Naming of the Old Ottawa City Hall to The John G. Diefenbaker Building
Speaking Notes for The Honourable Rona Ambrose
Minister of Public Works and Government Services and Minister for the Status of Women
September 19, 2011
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Hello everyone. It is my honour today to be here with my colleague the Honourable John Baird, Minister of Foreign Affairs, to announce the naming of this building after Canada's 18th Prime Minister, John G. Diefenbaker.
The Government of Canada extends such honours only to nation builders—people, events or places that have achieved historical significance by contributing to the building of Canada.
John G. Diefenbaker was unquestionably such a figure.
Canadians very recently elected the most diverse parliament in its history, and it's important to remember that Prime Minister John Diefenbaker started us in that direction.
In fact, although he was born in the 19th century, John Diefenbaker's vision of Canada continues to shape our nation in the 21st century.
He declared himself "
determined to bring about a Canadian citizenship that knew no hyphenated consideration" and proudly noted that "
in the House of Commons today we have members of Italian, Dutch, German, Scandinavian, Chinese and Ukrainian origin—and they are all Canadians"—in 1958. That's over half a century ago.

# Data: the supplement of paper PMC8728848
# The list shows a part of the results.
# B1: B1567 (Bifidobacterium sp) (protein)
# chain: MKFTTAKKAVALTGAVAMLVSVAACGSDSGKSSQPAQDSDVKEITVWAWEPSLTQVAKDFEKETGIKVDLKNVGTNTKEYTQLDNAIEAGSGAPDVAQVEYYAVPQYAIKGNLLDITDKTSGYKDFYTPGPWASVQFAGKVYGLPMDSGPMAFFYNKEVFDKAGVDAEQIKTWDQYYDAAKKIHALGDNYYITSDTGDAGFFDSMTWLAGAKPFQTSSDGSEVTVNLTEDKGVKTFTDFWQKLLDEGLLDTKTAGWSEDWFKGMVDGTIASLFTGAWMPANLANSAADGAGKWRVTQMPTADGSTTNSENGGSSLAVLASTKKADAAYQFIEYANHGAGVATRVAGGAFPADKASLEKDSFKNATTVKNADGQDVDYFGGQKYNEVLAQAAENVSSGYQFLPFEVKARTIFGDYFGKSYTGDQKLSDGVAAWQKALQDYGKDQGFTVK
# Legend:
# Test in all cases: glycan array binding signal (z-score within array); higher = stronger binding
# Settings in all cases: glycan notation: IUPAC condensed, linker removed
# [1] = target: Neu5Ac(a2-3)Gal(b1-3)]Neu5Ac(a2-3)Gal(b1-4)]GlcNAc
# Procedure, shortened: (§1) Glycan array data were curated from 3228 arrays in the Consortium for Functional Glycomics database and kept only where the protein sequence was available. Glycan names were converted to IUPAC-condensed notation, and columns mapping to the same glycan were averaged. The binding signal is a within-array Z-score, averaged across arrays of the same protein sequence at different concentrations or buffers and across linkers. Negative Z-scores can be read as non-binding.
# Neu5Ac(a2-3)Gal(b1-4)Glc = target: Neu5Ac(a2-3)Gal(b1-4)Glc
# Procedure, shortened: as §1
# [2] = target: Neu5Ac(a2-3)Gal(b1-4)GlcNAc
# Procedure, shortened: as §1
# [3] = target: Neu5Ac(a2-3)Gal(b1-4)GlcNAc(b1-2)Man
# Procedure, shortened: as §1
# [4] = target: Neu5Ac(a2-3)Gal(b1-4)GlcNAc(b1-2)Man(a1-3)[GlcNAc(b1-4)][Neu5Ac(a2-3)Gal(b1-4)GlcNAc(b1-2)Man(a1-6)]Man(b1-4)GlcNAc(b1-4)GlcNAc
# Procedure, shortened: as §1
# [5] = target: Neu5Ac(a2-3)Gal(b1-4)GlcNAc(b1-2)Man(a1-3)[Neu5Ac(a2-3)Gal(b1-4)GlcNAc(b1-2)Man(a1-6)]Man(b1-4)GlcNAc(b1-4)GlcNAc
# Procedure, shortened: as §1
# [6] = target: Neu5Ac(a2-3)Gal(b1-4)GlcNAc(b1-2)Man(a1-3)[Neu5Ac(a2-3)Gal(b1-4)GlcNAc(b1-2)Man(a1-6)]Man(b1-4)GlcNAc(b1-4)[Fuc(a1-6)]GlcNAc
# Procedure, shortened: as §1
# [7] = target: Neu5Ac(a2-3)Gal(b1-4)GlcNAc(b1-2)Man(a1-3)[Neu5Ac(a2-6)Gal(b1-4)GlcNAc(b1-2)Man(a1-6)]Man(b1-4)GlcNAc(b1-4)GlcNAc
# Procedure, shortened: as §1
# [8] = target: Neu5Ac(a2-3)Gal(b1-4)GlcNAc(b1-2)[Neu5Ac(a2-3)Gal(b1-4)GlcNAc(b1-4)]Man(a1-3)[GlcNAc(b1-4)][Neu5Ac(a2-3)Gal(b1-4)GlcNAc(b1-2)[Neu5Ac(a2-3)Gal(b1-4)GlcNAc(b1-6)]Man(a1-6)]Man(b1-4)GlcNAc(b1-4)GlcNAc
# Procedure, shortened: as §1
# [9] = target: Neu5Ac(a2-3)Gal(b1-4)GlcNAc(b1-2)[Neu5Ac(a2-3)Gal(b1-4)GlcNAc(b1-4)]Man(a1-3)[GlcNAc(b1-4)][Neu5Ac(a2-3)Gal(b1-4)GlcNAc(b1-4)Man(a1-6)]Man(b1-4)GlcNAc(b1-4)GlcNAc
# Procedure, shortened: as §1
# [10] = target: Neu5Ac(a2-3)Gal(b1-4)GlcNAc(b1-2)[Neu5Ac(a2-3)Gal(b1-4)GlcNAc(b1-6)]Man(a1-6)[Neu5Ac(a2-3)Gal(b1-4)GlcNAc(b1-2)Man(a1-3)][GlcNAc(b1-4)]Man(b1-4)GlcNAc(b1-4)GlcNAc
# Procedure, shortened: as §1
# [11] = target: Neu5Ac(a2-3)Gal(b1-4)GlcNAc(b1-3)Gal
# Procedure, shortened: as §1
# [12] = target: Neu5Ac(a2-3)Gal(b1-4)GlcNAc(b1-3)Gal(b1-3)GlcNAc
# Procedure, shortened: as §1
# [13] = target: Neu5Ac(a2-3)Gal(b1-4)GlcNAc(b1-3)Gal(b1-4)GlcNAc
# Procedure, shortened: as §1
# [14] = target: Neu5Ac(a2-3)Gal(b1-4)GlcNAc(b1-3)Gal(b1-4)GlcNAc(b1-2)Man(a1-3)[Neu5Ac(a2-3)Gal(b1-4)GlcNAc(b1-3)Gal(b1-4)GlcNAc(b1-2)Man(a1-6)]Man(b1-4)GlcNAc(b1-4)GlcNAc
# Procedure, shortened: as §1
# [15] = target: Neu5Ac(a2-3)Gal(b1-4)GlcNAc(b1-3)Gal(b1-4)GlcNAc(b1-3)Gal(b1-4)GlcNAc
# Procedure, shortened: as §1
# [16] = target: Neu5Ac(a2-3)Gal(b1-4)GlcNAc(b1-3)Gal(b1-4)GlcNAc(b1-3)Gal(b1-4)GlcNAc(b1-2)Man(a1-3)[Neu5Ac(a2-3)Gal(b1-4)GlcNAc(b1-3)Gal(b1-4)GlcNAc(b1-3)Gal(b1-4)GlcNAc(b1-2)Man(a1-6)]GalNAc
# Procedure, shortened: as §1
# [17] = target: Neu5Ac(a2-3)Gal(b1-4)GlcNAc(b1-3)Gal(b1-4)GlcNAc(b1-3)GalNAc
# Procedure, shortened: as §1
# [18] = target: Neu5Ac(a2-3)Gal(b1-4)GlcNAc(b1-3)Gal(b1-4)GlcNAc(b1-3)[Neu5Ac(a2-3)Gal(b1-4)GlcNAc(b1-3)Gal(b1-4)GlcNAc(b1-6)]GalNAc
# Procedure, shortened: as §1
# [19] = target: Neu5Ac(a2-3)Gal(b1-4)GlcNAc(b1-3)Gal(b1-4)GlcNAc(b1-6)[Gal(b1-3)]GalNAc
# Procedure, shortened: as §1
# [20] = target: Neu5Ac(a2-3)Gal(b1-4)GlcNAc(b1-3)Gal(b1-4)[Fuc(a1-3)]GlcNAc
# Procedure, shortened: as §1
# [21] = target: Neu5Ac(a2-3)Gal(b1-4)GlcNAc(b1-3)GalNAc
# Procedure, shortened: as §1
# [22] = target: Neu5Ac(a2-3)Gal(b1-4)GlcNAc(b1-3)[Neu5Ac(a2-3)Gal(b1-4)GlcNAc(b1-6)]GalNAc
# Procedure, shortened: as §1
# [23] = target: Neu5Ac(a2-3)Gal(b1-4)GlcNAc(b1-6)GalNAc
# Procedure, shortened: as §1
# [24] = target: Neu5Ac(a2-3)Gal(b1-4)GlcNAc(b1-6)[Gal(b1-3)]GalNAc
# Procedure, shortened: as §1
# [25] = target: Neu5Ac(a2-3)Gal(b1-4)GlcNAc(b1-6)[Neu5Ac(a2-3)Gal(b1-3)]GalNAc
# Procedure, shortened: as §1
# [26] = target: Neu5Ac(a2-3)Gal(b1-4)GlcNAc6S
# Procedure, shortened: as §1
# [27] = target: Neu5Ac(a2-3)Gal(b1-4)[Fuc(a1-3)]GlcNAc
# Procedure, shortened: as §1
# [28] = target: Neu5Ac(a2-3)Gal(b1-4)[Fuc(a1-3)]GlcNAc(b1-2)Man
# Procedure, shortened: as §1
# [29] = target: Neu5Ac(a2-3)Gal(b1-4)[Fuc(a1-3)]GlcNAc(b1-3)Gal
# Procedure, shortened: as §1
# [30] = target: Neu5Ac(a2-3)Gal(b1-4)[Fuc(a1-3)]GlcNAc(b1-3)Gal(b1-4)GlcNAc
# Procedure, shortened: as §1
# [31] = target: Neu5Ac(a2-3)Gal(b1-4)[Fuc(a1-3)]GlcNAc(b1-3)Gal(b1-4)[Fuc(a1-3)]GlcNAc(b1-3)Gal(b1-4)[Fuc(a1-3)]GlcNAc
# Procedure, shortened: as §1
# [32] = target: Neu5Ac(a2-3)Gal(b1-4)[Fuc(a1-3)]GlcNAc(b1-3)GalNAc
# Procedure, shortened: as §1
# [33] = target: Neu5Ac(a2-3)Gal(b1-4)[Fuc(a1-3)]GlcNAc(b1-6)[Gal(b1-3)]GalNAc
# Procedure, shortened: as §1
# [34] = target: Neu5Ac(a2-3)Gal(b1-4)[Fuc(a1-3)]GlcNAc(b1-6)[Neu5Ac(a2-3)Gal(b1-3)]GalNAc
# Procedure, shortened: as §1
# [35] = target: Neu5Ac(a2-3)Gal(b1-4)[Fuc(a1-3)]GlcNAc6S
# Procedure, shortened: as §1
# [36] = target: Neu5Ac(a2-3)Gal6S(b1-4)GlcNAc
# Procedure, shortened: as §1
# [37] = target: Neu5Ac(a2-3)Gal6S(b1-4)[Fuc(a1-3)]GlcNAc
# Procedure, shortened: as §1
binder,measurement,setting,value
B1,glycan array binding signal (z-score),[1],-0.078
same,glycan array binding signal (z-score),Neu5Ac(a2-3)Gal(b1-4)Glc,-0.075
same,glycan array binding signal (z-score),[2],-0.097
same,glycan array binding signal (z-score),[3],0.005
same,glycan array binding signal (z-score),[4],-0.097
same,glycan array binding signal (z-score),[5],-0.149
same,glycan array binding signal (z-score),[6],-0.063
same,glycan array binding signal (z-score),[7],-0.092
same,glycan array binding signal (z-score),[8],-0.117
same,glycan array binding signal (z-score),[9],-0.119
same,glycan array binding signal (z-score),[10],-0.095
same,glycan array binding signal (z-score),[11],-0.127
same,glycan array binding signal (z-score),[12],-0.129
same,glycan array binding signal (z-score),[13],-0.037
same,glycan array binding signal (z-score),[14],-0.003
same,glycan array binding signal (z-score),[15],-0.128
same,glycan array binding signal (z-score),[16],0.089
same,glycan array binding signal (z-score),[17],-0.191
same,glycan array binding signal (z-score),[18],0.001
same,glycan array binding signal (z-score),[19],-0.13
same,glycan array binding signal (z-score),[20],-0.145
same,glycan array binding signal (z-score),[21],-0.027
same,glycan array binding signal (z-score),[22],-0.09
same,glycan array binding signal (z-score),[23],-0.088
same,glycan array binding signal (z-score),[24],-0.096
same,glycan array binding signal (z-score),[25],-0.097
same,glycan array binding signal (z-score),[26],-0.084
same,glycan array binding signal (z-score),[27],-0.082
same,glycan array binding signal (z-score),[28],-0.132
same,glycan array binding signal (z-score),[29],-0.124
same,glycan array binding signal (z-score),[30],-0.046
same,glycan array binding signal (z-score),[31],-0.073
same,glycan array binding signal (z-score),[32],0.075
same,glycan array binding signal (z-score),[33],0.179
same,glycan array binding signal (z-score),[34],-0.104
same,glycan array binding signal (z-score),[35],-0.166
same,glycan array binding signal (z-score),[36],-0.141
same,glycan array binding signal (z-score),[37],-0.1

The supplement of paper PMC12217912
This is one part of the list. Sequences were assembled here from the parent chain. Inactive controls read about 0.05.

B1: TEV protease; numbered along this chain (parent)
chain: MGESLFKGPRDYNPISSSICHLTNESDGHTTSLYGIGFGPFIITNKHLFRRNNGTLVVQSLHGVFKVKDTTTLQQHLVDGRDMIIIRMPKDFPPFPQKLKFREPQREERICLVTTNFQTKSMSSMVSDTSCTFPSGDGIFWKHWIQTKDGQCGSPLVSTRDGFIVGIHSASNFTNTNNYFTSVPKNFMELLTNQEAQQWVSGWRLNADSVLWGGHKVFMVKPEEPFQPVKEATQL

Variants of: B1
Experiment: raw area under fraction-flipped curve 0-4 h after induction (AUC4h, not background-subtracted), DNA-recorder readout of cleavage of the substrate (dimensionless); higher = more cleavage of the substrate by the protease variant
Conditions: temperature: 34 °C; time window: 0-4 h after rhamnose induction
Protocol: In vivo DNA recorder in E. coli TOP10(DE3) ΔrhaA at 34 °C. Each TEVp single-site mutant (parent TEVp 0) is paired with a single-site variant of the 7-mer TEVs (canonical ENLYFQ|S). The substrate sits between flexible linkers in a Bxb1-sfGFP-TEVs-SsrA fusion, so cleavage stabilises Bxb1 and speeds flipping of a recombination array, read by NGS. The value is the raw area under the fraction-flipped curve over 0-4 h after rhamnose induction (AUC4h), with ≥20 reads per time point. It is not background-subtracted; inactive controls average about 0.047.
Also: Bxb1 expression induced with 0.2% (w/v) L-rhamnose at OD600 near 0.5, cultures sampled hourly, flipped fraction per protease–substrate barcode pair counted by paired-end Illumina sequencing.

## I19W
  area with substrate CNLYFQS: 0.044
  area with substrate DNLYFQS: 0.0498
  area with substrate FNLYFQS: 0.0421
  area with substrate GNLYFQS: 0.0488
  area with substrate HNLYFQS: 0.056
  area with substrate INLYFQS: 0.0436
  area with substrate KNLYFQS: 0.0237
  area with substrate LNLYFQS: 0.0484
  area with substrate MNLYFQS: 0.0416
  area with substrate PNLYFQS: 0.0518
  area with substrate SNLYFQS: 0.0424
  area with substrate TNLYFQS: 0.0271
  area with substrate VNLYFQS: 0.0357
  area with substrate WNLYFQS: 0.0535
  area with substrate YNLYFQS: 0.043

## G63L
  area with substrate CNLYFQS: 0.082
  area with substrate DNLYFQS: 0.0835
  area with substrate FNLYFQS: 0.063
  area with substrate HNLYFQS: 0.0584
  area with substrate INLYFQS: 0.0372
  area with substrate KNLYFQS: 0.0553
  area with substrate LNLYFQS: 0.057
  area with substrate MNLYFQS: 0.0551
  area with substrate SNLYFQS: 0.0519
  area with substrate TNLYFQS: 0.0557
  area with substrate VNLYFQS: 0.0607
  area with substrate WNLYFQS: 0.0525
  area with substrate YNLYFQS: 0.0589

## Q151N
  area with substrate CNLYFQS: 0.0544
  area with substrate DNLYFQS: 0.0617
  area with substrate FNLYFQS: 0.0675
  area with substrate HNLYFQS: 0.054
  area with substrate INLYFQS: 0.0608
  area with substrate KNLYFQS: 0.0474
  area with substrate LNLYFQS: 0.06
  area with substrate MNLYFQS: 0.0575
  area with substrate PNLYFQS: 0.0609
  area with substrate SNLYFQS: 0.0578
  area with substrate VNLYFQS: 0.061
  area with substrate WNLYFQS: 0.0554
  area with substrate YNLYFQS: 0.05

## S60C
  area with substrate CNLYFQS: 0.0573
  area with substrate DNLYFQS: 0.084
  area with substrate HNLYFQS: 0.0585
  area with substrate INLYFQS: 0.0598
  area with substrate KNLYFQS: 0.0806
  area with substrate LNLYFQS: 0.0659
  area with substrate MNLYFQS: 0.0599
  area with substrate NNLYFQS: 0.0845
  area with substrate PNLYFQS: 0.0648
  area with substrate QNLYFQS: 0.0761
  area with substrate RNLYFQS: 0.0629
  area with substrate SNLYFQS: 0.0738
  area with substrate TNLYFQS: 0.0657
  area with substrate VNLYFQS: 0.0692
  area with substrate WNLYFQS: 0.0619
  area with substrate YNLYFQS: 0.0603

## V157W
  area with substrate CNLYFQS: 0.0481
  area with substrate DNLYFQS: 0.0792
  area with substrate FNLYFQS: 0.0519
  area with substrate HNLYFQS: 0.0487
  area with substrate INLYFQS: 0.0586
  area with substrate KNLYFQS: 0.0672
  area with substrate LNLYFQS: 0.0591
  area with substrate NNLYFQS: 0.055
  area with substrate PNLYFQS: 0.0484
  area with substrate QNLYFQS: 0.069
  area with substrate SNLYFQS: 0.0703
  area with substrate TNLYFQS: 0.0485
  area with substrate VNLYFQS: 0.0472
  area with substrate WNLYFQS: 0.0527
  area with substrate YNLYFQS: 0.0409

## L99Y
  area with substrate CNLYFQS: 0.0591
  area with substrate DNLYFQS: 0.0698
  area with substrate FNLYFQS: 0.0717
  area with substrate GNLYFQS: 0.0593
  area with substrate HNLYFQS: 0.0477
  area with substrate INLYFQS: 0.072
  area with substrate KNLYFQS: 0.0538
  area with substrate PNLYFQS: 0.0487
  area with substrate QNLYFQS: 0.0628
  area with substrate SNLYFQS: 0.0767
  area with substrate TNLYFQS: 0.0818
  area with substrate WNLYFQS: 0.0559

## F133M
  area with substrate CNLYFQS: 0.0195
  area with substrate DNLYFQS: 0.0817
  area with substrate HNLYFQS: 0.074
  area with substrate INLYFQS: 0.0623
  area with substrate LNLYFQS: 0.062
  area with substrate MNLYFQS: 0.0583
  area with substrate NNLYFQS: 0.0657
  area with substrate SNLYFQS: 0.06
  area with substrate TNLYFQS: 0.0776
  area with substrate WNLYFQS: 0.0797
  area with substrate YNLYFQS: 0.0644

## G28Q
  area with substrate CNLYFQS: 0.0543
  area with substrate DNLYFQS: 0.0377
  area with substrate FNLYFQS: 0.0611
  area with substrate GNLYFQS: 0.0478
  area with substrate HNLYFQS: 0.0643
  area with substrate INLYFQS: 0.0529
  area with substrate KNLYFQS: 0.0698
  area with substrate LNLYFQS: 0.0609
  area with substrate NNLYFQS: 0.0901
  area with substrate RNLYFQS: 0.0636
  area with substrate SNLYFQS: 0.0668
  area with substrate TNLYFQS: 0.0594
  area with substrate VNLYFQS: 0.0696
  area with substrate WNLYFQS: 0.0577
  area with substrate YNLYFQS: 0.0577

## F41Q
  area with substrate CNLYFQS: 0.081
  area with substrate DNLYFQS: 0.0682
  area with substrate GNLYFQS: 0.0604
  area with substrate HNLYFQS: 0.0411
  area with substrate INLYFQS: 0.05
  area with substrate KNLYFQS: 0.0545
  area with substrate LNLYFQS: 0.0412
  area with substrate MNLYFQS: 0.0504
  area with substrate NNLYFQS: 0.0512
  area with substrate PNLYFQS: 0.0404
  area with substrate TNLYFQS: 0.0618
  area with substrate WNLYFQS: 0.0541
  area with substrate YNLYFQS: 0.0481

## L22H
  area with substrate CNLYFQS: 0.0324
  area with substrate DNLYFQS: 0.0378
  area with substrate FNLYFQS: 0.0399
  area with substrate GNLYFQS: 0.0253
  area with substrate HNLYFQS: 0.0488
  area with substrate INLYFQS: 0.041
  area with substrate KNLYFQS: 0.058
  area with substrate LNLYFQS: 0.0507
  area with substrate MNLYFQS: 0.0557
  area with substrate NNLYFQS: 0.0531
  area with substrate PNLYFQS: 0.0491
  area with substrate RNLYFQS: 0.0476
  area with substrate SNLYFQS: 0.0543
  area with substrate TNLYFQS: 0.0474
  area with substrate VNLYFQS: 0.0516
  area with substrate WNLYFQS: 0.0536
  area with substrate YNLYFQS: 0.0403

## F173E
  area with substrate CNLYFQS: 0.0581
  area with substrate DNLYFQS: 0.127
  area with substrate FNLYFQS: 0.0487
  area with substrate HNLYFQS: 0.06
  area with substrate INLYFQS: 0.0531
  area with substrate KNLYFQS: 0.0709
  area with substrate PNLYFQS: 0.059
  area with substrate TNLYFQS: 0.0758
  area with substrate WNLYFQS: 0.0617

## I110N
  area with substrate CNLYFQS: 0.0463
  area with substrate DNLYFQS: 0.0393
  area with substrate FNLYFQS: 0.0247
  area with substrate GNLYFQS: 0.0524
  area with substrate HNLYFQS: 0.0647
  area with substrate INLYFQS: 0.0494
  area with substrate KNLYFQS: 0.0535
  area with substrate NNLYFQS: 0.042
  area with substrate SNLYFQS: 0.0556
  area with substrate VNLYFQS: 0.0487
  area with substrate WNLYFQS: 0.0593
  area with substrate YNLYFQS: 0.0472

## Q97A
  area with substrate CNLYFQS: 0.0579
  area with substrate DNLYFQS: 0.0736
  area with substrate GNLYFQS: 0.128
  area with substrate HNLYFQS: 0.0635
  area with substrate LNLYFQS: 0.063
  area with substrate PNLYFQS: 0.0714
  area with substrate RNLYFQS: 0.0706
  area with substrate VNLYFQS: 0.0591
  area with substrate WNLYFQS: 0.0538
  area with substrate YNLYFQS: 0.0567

Prime Minister Diefenbaker also appointed the first woman to Cabinet, so you could say that he and Ellen Fairclough, that first female Cabinet minister, paved the way for me and all the other women in Prime Minister Harper's Cabinet.
Dief, as he was fondly known, helped farmers by finding a new market for their wheat in China.
The full enfranchisement—the right to vote—of Aboriginal people also occurred under his government and he appointed James Gladstone of the Blood tribe to the Senate, thereby making him Canada's first Aboriginal Senator.
He supported the independence of many Commonwealth countries before it was popular to do so.
And he fought apartheid. In fact, his anti-apartheid statement in 1961 is said to have contributed to the withdrawal of South Africa from the Commonwealth.
So it's appropriate that this building, used by staff from Foreign Affairs and International Trade Canada, as well as the Canada School of Public Service and my own department, PWGSC, is being named after him.
In short, it's clear that John G. Diefenbaker was one of our great nation builders, as he helped shape the Canada we are all so proud of today.
It is a great pleasure to honour such a man: a leader, a man of vision, and a great Canadian.
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